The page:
Media reports on use of Israeli spyware Pegasus ‘over the top’: Indian IT minister
India's Information Technology Minister Ashwini Vaishnaw today flayed the release of what he called "over the top" media reports about the use of Israeli spyware Pegasus to spy on opposition leaders and journalists and said there was "no substance behind this sensational" claim and that "checks and balances" ensured that illegal surveillance is "not possible".
The issue was raised by the opposition in the Lok Sabha on the opening day of parliament's monsoon session, reports our New Delhi correspondent.
Vaishnaw said it "can't be a coincidence" that the stories on the Pegasus spyware were published a day before the opening of parliament's monsoon session.
"A highly sensational story was published by a web portal last night. Many over-the-top allegations (were) made around this story. The press reports appeared a day before (the) monsoon session of Parliament. This can't be a coincidence," he said.
"In the past, similar claims were made regarding the use of Pegasus on WhatsApp. Those reports had no factual basis and were denied by all parties. Press reports of 18 July also appear to be an attempt to malign Indian democracy and its well-established institutions," the minister added.
More than 300 verified mobile phone numbers, including of two serving Indian ministers, over 40 journalists, three opposition leaders and one sitting judge besides scores of business persons and activists in India could have been targeted for hacking through the Israeli spyware sold only to government agencies, an international media consortium reported on Sunday.
Asserting that "India is a robust democracy that is committed to ensuring the right to privacy to all its citizens as a fundamental right", the Indian government dismissed the media report as an attempt to playing "the role of an investigator, prosecutor as well as jury".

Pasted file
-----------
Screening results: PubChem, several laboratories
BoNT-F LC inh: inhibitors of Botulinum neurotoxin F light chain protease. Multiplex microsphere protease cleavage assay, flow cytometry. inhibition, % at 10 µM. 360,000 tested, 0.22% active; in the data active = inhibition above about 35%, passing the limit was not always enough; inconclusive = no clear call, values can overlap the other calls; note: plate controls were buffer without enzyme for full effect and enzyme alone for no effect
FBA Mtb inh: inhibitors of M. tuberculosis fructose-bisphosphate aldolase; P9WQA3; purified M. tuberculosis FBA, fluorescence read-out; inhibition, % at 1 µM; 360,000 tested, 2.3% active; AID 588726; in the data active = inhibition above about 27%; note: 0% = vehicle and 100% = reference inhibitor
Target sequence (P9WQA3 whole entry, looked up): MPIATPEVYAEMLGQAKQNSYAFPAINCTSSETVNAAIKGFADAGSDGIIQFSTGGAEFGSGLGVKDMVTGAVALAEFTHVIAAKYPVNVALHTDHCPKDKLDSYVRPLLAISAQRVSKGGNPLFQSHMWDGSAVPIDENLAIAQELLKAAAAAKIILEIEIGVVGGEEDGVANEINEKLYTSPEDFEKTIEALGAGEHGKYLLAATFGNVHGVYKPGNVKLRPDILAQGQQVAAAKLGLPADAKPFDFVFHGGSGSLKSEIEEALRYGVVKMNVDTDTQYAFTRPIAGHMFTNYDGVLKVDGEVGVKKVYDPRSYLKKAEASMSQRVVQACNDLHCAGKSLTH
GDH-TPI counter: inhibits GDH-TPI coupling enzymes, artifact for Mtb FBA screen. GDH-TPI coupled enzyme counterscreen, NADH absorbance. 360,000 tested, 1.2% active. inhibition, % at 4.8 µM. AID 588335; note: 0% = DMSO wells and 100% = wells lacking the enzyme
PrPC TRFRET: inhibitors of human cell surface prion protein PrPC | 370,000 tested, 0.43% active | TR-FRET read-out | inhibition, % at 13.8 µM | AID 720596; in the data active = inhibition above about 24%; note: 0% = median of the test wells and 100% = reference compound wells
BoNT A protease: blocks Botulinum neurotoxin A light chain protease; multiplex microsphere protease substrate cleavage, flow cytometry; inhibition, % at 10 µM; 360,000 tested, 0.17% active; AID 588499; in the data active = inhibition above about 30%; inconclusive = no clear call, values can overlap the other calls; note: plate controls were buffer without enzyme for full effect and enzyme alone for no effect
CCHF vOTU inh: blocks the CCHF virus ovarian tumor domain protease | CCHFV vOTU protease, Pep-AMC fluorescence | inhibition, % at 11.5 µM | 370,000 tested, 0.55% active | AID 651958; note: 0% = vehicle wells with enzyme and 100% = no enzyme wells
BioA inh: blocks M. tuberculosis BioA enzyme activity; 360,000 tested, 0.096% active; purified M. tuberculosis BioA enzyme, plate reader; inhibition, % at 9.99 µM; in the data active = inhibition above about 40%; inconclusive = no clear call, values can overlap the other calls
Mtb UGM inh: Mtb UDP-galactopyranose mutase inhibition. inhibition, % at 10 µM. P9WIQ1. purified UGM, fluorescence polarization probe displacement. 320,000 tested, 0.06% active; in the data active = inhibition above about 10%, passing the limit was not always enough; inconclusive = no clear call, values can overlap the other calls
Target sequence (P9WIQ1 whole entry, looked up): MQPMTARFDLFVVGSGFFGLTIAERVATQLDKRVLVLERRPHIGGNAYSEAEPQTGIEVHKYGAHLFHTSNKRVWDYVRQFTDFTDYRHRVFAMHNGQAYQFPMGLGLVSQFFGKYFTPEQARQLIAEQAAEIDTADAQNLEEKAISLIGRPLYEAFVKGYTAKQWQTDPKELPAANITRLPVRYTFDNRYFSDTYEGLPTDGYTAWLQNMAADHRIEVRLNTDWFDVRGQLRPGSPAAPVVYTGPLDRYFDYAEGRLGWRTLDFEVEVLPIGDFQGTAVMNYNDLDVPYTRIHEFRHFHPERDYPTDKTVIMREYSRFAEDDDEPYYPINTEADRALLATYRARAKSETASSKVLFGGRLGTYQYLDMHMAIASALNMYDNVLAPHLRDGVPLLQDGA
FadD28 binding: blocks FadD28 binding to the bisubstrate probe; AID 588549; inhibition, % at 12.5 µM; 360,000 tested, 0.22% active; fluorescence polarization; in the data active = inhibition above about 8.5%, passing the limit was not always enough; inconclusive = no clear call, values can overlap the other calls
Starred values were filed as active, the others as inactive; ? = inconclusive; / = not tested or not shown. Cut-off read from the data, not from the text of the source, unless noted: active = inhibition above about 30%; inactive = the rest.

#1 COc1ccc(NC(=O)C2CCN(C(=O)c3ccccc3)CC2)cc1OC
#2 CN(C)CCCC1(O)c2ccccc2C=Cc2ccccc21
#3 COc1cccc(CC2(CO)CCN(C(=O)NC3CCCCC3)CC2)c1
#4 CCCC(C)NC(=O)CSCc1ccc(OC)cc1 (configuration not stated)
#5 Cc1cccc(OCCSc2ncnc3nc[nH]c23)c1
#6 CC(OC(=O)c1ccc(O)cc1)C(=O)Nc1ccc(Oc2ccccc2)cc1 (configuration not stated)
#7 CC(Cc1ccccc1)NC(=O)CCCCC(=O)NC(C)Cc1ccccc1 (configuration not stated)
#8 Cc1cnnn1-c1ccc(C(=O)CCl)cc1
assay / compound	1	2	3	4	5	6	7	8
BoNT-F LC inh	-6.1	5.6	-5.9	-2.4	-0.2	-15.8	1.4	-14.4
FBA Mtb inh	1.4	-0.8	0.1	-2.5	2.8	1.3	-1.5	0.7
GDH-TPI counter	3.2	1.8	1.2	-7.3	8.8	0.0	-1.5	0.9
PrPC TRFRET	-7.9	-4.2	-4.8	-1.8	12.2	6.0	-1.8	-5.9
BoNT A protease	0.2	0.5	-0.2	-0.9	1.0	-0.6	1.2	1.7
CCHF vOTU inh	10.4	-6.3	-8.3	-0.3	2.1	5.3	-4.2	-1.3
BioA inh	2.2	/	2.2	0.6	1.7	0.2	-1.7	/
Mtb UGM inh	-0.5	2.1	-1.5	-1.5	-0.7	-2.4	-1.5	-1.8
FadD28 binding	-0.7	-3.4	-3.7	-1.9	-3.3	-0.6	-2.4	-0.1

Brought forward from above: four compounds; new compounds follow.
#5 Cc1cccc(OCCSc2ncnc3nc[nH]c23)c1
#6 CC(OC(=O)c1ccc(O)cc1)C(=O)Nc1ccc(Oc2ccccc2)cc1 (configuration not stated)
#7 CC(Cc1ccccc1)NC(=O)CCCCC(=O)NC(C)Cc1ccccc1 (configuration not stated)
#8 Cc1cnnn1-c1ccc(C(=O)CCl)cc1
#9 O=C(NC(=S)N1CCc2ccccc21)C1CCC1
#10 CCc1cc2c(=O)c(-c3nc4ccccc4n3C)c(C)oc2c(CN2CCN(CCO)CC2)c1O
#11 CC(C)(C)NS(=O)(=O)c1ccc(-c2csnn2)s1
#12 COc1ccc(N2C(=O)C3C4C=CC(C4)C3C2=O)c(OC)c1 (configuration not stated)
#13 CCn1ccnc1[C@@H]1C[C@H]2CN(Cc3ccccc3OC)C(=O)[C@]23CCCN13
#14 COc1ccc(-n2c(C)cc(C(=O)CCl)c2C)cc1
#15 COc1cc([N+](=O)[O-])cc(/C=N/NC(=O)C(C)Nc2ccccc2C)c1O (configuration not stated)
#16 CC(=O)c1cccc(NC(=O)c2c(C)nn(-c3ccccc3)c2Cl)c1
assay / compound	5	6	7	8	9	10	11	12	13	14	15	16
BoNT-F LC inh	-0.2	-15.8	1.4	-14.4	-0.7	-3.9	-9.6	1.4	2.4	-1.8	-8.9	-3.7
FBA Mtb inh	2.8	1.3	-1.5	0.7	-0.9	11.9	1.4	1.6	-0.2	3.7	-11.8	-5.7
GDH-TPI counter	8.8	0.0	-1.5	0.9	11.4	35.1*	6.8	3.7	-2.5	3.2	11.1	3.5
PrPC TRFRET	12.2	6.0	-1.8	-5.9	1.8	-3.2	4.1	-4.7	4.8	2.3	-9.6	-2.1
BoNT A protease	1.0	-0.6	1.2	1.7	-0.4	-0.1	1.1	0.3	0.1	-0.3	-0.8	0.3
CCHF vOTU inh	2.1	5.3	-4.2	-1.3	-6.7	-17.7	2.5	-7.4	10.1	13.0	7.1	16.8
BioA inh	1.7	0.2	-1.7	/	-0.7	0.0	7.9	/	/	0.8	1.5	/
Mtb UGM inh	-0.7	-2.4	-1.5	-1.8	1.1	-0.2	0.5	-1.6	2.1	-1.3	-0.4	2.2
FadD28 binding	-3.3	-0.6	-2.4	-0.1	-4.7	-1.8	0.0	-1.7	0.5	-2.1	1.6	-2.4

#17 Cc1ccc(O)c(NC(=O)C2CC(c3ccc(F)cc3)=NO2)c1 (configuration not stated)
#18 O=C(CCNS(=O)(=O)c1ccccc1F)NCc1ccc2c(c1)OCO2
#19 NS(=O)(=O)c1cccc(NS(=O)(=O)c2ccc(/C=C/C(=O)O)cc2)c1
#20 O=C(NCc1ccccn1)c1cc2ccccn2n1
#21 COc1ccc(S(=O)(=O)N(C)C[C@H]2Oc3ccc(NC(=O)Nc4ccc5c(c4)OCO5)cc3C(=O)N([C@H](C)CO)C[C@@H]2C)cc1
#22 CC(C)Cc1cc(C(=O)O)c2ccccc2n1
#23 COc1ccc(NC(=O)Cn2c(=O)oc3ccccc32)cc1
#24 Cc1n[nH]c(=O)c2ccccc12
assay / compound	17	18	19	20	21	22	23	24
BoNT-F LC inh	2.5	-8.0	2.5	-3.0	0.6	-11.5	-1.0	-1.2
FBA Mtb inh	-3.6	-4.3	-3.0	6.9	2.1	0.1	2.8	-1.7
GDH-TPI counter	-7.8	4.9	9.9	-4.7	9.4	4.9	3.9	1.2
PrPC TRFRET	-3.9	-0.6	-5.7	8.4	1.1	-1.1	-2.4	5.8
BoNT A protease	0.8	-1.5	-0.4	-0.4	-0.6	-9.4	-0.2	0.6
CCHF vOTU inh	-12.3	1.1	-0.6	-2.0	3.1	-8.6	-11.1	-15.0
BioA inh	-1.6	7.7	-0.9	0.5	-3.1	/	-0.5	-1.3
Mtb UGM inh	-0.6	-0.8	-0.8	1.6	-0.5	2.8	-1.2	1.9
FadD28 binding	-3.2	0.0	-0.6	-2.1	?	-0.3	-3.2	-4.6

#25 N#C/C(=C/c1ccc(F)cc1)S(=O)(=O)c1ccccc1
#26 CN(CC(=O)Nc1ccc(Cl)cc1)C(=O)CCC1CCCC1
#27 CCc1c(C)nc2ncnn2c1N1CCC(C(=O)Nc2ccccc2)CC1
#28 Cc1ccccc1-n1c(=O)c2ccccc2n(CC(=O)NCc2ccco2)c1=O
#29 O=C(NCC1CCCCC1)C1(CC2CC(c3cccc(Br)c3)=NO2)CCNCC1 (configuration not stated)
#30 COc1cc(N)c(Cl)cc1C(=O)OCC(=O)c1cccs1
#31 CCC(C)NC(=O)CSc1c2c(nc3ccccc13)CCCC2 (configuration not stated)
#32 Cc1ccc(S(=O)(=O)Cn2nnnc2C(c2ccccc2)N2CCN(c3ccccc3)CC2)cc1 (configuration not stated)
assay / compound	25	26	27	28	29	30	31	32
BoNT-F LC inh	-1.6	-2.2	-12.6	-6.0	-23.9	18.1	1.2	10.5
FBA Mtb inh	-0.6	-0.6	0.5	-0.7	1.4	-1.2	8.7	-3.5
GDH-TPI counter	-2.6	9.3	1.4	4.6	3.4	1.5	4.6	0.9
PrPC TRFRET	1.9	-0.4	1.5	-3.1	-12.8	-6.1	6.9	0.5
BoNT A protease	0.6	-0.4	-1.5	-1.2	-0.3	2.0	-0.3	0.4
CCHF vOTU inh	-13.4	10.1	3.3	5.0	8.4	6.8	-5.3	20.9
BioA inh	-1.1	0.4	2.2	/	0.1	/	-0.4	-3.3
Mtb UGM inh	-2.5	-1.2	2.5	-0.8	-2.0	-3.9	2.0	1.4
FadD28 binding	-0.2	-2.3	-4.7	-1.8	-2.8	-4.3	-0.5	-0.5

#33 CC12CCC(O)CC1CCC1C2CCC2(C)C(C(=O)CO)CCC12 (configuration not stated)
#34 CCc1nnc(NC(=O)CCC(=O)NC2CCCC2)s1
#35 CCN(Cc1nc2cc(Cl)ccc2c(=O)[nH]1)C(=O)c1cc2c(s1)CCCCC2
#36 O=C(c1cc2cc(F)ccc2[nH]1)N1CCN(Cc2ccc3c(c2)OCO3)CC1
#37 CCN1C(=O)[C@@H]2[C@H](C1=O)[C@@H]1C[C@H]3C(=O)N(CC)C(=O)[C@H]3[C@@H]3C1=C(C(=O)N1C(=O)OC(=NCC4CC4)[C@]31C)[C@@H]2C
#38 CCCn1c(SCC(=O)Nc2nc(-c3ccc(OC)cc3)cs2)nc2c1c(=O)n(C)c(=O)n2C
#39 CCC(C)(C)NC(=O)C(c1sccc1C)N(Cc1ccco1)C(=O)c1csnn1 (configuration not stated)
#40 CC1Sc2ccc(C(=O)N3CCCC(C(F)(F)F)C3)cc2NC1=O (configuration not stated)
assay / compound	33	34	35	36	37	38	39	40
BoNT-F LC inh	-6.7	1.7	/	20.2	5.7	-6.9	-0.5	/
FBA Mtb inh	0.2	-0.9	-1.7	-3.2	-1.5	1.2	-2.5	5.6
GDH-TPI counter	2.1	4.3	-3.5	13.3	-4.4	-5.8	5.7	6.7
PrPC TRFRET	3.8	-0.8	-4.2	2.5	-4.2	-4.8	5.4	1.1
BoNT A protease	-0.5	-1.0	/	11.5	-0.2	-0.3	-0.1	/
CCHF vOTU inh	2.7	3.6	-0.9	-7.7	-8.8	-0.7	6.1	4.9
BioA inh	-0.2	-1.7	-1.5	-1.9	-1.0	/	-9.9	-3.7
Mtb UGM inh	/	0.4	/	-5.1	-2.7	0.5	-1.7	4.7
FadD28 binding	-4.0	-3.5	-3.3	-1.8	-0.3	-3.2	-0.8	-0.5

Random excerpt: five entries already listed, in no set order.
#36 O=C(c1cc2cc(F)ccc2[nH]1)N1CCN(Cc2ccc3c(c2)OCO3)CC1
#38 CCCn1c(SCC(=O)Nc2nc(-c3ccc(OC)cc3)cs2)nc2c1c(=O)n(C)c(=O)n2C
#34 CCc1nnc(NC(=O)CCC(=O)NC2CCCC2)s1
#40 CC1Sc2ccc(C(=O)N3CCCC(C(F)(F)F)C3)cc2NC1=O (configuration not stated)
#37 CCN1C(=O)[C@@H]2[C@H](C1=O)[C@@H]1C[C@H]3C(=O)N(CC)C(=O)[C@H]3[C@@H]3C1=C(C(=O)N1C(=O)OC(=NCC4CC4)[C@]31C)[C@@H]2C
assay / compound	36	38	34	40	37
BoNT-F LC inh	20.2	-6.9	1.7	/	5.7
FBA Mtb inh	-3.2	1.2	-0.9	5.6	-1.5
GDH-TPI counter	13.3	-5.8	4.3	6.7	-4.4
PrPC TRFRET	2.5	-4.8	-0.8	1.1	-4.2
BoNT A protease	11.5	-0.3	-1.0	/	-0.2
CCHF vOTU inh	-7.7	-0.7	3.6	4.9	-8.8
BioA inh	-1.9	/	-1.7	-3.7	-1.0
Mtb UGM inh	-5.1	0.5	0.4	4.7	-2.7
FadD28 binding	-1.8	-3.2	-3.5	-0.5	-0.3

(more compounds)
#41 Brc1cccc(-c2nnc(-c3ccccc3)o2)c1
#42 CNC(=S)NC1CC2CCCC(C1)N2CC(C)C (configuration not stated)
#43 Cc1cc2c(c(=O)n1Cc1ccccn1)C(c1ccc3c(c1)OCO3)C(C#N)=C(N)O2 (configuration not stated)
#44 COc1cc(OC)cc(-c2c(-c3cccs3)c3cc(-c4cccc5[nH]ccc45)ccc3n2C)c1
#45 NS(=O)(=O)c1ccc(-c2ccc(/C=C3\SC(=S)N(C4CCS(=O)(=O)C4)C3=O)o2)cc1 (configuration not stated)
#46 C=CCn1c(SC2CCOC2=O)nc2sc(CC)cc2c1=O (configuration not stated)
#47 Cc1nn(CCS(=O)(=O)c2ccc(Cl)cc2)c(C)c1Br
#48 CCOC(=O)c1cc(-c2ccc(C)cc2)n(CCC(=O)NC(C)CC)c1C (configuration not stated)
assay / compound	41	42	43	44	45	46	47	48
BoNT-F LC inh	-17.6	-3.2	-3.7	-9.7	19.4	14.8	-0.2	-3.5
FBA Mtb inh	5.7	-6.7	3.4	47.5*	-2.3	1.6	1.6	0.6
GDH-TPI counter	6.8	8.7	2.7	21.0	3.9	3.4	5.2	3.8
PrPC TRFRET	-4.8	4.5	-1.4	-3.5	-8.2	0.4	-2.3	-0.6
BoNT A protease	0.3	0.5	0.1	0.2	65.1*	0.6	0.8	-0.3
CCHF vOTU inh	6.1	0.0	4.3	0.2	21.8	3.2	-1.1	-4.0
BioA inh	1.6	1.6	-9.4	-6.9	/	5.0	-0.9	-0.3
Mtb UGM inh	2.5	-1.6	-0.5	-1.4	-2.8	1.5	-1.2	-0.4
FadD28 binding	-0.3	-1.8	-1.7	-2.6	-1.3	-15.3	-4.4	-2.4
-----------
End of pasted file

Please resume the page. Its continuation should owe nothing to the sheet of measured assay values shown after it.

The report was published by The Wire news portal from India as also 16 other international publications including Washington Post, The Guardian and Le Monde, as media partners to an investigation conducted by Paris-based media non-profit organisation Forbidden Stories and rights group Amnesty International into a leaked list of more than 50,000 phone numbers from across the world that are believed to have been the target of surveillance through Pegasus software of Israeli surveillance company NSO Group.
The Wire reported that forensic tests conducted as part of the media investigation project on a small cross-section of phones associated with these numbers revealed clear signs of targeting by Pegasus spyware in 37 phones, of which 10 are Indian.
The Wire said the numbers of those in the database from India include over 40 journalists, three major opposition figures, one constitutional authority, two serving ministers in the Narendra Modi government, current and former heads and officials of security organisations and scores of businesspersons, as also a sitting judge.
A majority of the numbers identified in the list were geographically concentrated in India, Azerbaijan, Bahrain, Hungary, Kazakhstan, Mexico, Morocco, Rwanda, Saudi Arabia and the United Arab Emirates.
The leaked data includes the numbers of top journalists at big media houses like the Hindustan Times, India Today, Network18, The Hindu and Indian Express, The Wire said.
The Wire, however, added that the mere presence of a phone number in the leaked data alone does not reveal whether a device was infected.
"Indeed, it is not possible to know whether their phones were targeted by Pegasus spyware... without digital forensic analysis," it said.
The Mumbai Press Club said "we strongly condemn the spying on the phones of 40 Indian journalists, among others. There should be an independent inquiry into this entire affair."